Social policy, by its own definition, implies both 'action' and 'reflection' - intervention and research, knowledge and authority. But society is not a passive object of interest, to be studied and improved. The act of producing and disseminating knowledge of 'the social' actively shapes the social. This is not just by shaping our perceptions thereof, but in fact by altering and challenging attitudes, reinforcing preconceptions, initiating debates, and also in changing behaviours and attitudes in marginal but meaningful ways. Simultaneouosly, 'society', 'nationhood', 'identity', 'risk' and 'problems' all come into view in new ways. In addressing social problems, social policy also creates and recreates them - by altering our understandings and by shaping the real effects of political power and economic distribution and by shifting attitudes and influencing choices. By addressing one perceived inequity, policy creates new ones.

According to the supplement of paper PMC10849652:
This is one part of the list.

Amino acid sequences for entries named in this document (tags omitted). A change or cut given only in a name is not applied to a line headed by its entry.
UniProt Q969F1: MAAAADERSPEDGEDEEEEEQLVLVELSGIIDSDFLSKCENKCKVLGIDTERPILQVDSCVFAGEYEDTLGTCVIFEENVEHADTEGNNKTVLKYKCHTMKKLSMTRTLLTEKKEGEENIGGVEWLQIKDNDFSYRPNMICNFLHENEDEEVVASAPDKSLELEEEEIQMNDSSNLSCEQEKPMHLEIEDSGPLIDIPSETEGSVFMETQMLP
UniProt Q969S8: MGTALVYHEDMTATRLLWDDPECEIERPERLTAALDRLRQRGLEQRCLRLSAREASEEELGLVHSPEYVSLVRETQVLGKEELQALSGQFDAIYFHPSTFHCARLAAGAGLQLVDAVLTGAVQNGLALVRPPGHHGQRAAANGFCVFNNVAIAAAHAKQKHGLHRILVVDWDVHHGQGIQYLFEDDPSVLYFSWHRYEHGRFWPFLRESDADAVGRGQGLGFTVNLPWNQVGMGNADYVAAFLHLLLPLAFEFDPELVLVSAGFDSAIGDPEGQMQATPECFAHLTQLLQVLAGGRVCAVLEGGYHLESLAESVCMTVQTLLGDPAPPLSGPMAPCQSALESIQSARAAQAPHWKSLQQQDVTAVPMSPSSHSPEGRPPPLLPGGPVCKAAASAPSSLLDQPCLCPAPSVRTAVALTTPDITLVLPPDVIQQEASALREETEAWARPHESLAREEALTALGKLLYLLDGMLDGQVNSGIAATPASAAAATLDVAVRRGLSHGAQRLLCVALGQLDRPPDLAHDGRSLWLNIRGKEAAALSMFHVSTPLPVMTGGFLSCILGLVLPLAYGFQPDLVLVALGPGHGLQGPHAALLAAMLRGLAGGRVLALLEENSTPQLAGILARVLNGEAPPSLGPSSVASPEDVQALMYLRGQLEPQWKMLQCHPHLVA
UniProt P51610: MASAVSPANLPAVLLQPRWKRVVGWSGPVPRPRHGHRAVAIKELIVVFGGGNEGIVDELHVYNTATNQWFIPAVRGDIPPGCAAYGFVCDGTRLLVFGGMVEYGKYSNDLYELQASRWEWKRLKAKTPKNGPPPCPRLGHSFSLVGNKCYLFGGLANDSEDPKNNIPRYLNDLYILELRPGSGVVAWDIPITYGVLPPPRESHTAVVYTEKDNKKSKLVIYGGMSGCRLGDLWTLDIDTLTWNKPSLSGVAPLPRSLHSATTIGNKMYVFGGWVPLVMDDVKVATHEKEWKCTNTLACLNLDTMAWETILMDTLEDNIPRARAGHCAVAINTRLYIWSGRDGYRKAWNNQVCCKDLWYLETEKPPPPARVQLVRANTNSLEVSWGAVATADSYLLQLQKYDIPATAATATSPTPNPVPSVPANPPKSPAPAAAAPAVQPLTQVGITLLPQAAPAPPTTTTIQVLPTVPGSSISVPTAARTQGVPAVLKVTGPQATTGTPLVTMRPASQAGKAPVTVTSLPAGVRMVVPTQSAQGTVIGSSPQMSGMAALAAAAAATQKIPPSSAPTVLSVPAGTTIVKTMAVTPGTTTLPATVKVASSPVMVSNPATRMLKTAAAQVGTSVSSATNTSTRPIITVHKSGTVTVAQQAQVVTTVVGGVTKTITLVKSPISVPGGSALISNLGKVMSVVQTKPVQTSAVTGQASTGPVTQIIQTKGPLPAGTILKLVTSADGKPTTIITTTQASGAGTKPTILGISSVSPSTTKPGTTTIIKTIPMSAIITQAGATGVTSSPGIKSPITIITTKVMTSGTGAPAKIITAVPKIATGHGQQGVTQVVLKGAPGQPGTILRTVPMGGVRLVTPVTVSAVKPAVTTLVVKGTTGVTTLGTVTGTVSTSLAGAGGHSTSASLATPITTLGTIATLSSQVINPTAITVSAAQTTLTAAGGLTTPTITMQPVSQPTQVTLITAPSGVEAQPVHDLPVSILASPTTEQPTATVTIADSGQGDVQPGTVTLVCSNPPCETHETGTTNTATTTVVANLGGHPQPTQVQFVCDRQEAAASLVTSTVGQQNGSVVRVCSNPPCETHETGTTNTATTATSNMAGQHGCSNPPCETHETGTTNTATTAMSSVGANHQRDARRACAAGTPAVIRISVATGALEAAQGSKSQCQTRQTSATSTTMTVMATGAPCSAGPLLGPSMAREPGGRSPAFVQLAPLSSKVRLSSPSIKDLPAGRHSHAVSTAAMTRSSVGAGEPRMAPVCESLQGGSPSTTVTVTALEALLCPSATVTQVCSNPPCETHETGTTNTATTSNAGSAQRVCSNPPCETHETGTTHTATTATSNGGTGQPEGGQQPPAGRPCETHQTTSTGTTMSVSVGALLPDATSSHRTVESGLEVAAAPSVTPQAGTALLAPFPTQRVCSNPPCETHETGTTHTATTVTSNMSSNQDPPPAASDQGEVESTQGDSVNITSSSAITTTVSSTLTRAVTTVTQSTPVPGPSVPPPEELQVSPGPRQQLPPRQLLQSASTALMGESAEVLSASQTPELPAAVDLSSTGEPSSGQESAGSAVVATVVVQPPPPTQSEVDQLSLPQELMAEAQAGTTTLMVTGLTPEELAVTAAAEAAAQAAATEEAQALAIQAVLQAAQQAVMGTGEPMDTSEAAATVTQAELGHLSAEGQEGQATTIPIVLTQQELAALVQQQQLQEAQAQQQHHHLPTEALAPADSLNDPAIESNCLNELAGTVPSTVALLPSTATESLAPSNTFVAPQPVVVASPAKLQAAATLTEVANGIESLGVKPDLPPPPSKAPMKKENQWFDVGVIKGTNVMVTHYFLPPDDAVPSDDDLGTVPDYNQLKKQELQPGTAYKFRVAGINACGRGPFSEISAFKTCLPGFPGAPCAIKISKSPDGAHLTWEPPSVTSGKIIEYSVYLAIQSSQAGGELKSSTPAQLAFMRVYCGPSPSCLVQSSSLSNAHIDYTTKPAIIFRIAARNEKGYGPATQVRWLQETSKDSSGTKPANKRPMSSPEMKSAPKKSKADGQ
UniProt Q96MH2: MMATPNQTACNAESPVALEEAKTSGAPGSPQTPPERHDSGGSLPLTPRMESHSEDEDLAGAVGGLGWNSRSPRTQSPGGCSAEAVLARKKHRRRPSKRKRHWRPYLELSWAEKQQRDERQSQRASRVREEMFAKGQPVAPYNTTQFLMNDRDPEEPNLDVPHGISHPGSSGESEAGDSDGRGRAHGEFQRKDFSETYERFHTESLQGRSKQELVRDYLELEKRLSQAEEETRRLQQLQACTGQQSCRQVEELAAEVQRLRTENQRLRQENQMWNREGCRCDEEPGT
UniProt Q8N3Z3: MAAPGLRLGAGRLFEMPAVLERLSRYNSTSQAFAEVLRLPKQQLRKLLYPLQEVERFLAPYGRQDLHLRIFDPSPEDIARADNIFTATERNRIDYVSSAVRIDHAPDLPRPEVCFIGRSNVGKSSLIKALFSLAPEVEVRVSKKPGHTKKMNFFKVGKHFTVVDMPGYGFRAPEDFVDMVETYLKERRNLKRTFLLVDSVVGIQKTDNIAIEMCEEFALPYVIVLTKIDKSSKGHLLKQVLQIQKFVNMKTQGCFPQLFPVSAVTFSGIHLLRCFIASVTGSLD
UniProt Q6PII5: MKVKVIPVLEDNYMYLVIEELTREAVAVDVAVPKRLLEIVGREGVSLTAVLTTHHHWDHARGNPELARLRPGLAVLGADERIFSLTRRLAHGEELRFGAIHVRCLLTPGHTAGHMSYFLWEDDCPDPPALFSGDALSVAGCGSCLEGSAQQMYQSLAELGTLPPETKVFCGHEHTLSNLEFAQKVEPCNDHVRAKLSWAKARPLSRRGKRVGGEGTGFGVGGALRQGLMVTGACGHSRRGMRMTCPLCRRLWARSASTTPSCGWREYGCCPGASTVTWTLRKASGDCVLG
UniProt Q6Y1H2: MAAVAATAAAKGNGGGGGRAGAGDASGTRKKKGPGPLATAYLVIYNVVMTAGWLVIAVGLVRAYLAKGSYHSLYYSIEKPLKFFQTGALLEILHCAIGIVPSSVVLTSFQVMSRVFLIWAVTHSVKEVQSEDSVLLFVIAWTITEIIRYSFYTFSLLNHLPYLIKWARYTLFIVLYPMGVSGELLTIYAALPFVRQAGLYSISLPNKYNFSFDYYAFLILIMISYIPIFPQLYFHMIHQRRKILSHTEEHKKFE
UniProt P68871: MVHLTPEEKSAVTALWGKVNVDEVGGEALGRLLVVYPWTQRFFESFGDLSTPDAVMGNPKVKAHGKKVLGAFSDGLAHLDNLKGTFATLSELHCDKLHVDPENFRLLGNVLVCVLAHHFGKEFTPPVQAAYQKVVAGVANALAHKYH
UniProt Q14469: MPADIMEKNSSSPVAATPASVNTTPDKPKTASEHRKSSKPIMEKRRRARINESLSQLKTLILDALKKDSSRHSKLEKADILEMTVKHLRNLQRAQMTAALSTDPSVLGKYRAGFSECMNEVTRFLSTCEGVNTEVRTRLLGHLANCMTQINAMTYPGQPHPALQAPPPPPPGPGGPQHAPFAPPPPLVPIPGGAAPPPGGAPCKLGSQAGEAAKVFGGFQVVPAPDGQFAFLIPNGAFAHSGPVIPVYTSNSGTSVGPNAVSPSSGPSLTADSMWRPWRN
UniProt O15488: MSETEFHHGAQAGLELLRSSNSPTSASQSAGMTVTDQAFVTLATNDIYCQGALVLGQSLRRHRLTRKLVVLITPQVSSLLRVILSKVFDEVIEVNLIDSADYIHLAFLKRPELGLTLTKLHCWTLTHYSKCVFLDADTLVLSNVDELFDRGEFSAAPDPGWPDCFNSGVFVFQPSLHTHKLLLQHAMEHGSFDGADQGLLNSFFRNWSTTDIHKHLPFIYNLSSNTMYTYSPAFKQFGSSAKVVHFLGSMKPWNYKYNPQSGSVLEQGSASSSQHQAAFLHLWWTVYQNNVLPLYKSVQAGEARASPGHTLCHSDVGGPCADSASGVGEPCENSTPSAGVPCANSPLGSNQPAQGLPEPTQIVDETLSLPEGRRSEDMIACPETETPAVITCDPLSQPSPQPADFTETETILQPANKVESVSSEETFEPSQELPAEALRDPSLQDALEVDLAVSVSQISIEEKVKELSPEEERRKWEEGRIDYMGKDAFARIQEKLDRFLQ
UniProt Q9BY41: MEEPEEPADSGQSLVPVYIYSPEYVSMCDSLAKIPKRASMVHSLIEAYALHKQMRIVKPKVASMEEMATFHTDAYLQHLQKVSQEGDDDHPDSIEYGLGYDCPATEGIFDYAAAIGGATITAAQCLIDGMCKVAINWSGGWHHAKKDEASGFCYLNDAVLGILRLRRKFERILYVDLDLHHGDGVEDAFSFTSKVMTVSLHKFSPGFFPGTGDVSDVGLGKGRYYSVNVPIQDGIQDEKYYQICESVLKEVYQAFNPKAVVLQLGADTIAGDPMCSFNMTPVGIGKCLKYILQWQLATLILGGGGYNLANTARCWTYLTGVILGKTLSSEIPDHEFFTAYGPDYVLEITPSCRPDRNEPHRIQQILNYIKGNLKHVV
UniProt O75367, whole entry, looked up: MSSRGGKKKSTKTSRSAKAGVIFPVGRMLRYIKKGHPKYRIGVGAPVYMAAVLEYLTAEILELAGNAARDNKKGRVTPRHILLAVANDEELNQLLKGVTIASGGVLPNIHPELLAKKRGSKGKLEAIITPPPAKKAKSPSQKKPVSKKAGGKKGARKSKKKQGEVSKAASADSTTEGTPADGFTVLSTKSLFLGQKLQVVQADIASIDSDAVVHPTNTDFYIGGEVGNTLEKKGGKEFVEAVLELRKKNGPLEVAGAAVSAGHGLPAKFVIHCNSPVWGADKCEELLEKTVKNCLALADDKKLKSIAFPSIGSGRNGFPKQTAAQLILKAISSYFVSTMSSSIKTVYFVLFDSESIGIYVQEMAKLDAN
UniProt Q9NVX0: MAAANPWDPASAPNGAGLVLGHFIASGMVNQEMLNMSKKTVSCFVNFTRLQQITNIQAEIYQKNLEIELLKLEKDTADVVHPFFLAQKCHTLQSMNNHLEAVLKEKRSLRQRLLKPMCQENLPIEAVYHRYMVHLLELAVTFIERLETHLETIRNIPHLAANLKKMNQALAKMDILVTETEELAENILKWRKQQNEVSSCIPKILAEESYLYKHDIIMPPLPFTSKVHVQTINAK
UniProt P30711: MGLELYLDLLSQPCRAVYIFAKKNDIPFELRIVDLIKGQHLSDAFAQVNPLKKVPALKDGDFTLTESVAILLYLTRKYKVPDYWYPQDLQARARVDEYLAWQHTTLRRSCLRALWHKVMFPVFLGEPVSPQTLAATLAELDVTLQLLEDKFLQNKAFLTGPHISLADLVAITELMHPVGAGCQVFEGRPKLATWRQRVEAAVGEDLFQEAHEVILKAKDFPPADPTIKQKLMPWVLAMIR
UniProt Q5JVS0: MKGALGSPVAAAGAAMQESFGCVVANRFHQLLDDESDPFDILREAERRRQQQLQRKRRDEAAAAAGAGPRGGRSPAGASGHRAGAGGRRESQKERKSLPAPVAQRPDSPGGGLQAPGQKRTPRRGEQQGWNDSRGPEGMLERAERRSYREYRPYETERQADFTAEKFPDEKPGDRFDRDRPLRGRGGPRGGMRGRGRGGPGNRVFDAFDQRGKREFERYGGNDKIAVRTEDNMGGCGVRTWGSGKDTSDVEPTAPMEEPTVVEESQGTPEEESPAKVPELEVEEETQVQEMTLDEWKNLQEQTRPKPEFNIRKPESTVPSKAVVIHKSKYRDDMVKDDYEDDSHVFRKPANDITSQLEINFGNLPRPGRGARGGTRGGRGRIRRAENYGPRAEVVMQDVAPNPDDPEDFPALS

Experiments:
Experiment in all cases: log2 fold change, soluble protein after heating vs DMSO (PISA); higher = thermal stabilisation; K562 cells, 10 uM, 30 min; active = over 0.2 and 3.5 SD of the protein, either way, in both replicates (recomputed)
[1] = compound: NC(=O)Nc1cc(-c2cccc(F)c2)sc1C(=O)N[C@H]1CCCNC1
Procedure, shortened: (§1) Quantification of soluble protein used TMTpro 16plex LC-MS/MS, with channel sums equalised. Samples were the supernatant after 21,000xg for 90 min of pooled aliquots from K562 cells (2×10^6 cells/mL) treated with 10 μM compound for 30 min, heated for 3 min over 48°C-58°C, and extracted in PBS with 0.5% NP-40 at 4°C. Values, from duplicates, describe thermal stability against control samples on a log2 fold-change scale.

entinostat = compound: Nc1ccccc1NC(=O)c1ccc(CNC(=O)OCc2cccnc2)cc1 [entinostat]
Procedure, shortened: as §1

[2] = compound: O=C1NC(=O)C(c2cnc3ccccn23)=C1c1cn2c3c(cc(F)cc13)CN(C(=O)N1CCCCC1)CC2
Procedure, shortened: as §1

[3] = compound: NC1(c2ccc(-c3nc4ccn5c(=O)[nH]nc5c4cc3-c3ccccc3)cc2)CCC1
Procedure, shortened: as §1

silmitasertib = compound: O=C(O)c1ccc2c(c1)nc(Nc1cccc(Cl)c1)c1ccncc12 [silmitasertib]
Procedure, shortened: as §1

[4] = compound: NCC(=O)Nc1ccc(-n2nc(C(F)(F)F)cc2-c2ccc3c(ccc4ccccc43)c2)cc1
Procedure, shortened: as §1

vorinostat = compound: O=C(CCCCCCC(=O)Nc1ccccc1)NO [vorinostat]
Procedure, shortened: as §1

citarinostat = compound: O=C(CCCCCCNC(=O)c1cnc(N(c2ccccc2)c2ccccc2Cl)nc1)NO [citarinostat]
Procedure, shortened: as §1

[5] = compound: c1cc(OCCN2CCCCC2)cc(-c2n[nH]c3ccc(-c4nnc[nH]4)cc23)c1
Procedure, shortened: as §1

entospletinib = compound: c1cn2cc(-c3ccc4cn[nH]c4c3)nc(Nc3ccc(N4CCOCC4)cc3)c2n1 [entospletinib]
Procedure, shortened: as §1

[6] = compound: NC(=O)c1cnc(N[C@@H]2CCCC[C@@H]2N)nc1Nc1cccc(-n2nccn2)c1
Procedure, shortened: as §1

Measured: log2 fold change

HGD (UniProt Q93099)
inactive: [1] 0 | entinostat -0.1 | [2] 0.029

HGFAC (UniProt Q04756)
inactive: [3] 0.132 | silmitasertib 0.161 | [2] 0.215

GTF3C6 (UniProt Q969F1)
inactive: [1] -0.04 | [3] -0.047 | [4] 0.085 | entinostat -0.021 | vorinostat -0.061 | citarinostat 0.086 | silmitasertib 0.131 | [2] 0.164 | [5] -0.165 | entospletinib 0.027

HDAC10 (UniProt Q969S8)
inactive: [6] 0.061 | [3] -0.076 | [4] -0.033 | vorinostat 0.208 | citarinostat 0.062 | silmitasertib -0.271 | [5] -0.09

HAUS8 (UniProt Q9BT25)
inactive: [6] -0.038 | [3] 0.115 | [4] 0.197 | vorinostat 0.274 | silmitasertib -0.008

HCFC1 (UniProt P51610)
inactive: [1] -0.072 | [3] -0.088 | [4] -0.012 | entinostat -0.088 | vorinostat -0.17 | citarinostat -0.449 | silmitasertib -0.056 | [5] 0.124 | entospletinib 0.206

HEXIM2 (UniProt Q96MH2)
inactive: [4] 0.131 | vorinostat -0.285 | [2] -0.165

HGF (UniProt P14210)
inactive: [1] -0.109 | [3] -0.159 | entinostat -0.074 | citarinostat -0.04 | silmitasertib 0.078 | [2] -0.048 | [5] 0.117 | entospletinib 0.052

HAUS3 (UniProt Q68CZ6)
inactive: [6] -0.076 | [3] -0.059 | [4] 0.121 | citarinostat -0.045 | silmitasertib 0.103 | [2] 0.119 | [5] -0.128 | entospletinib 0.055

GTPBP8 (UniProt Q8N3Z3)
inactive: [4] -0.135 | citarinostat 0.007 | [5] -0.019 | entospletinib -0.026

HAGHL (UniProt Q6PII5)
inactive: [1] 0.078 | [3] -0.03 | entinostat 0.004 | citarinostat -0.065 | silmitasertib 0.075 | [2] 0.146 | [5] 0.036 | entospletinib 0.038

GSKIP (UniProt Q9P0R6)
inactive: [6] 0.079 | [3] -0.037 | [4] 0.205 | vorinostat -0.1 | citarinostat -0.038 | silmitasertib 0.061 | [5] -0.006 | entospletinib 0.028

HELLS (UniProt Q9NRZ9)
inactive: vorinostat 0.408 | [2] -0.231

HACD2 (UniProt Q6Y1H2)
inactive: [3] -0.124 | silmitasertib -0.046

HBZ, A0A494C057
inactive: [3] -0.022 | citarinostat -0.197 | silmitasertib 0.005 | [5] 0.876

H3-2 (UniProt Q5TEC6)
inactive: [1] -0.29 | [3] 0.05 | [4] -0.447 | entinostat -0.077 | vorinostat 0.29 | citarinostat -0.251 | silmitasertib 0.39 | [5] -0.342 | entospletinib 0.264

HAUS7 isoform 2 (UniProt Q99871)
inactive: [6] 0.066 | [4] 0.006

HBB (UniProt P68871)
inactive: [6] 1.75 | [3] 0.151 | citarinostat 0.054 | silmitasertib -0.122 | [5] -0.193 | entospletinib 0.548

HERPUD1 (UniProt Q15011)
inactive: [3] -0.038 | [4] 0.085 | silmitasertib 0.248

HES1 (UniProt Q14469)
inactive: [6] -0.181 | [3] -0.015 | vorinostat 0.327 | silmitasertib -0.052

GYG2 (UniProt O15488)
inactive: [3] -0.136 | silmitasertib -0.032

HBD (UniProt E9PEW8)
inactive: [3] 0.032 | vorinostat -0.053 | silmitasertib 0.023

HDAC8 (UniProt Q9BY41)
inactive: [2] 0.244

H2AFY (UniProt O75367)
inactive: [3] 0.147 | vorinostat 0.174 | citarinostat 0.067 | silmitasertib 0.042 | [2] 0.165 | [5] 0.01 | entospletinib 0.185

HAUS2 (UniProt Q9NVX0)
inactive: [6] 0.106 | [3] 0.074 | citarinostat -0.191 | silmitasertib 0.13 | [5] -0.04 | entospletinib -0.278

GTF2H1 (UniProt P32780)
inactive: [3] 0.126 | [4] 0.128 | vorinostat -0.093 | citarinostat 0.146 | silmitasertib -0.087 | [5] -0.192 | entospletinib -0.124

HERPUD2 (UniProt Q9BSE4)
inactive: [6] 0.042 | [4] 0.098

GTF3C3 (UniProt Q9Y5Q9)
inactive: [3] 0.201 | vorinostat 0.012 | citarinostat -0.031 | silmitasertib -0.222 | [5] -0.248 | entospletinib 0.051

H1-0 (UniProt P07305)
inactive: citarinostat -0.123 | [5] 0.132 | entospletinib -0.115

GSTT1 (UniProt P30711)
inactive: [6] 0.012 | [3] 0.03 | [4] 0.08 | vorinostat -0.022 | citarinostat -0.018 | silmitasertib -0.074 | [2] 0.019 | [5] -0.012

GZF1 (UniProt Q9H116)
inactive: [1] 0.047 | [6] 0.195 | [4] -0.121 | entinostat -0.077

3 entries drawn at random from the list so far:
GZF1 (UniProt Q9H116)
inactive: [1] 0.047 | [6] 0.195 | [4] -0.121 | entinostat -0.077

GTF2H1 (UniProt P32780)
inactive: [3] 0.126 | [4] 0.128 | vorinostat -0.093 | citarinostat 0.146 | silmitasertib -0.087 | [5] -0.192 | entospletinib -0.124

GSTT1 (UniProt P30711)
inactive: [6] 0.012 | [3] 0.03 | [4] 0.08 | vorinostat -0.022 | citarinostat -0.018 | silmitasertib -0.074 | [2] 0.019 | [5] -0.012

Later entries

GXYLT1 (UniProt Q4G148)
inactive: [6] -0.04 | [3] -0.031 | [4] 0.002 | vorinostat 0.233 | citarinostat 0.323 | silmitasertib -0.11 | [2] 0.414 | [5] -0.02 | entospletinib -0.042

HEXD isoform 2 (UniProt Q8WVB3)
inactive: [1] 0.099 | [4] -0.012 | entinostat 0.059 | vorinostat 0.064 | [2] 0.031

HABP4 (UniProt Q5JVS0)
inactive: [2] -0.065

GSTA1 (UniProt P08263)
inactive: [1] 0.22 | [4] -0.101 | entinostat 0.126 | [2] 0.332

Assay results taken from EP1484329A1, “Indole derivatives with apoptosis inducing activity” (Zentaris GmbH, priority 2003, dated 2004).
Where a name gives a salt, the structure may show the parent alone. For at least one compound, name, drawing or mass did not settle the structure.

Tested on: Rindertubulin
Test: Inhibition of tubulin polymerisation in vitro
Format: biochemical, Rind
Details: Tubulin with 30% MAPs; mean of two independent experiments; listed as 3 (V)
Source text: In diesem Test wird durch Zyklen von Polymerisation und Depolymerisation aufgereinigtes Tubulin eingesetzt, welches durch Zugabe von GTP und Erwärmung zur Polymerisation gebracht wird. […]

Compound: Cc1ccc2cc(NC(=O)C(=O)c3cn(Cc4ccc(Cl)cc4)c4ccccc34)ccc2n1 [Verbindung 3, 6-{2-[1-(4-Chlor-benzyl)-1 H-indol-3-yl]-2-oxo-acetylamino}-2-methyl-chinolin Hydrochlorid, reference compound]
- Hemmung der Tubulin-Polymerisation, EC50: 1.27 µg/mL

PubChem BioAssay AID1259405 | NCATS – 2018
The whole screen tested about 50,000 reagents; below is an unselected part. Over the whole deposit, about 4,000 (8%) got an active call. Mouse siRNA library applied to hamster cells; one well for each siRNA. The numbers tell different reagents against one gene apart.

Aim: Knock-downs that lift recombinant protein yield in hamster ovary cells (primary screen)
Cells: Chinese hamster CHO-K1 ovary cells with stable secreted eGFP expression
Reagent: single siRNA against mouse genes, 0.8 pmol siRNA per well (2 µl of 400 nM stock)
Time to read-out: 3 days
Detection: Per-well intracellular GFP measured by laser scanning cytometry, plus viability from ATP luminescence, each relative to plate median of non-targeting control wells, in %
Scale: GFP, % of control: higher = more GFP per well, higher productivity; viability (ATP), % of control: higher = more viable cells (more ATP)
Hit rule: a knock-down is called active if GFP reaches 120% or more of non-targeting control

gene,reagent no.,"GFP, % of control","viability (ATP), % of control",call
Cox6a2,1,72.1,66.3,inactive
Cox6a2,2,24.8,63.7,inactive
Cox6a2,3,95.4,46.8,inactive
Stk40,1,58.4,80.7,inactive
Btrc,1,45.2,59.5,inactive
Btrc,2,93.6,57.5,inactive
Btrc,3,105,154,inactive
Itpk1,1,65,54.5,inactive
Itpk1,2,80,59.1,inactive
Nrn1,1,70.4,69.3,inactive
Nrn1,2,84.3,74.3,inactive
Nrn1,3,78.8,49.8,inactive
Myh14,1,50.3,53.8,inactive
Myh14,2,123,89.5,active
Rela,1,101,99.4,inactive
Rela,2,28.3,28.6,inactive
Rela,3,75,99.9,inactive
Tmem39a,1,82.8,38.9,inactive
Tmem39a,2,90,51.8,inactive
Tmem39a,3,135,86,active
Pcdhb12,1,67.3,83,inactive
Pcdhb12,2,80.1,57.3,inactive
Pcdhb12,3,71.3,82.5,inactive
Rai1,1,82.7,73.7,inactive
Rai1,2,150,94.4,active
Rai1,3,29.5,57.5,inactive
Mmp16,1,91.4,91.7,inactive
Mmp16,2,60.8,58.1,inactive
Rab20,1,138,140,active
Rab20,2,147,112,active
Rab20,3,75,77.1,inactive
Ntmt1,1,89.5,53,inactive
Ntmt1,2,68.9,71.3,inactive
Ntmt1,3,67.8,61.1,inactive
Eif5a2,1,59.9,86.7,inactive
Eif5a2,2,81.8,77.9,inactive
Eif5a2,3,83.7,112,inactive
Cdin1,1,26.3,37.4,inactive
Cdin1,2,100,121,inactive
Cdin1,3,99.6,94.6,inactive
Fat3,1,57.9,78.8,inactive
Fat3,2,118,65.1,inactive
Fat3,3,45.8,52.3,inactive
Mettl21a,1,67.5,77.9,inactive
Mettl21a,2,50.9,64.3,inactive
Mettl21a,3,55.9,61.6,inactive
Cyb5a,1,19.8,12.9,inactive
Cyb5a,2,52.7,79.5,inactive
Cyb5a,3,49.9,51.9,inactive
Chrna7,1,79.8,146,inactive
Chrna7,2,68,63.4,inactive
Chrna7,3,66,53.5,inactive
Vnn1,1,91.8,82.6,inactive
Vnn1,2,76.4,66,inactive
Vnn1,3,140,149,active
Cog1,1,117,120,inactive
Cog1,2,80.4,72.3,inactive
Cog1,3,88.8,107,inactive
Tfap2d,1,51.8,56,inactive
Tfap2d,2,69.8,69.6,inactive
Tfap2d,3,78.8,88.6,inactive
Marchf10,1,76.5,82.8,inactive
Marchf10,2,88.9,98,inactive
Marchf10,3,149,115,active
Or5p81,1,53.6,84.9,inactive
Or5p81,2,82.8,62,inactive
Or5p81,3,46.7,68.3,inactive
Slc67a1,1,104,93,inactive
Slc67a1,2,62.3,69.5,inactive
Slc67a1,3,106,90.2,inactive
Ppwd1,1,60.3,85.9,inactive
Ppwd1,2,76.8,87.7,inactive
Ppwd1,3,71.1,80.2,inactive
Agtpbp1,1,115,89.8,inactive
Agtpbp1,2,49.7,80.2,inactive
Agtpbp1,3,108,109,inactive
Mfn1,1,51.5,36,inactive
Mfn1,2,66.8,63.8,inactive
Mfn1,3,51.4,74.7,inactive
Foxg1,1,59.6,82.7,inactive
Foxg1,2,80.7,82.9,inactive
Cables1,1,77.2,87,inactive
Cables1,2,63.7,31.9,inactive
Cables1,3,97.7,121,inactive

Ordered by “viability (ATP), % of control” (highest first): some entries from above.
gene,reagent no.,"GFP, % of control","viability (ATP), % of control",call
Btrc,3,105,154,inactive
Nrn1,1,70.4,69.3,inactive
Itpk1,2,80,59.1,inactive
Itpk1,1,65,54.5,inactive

Social Policy thus assists in the production, the reproduction and the very history (or evolution) of the social and all its attendant problems or obstacles to people's happiness.
The production of statistics for social indicators and correlates that may be described as 'factors' (producers) of risk or resilience of subjects is a political technique for bringing the social into view, and for problematizing and forming it as a legitimate object of governmental authority.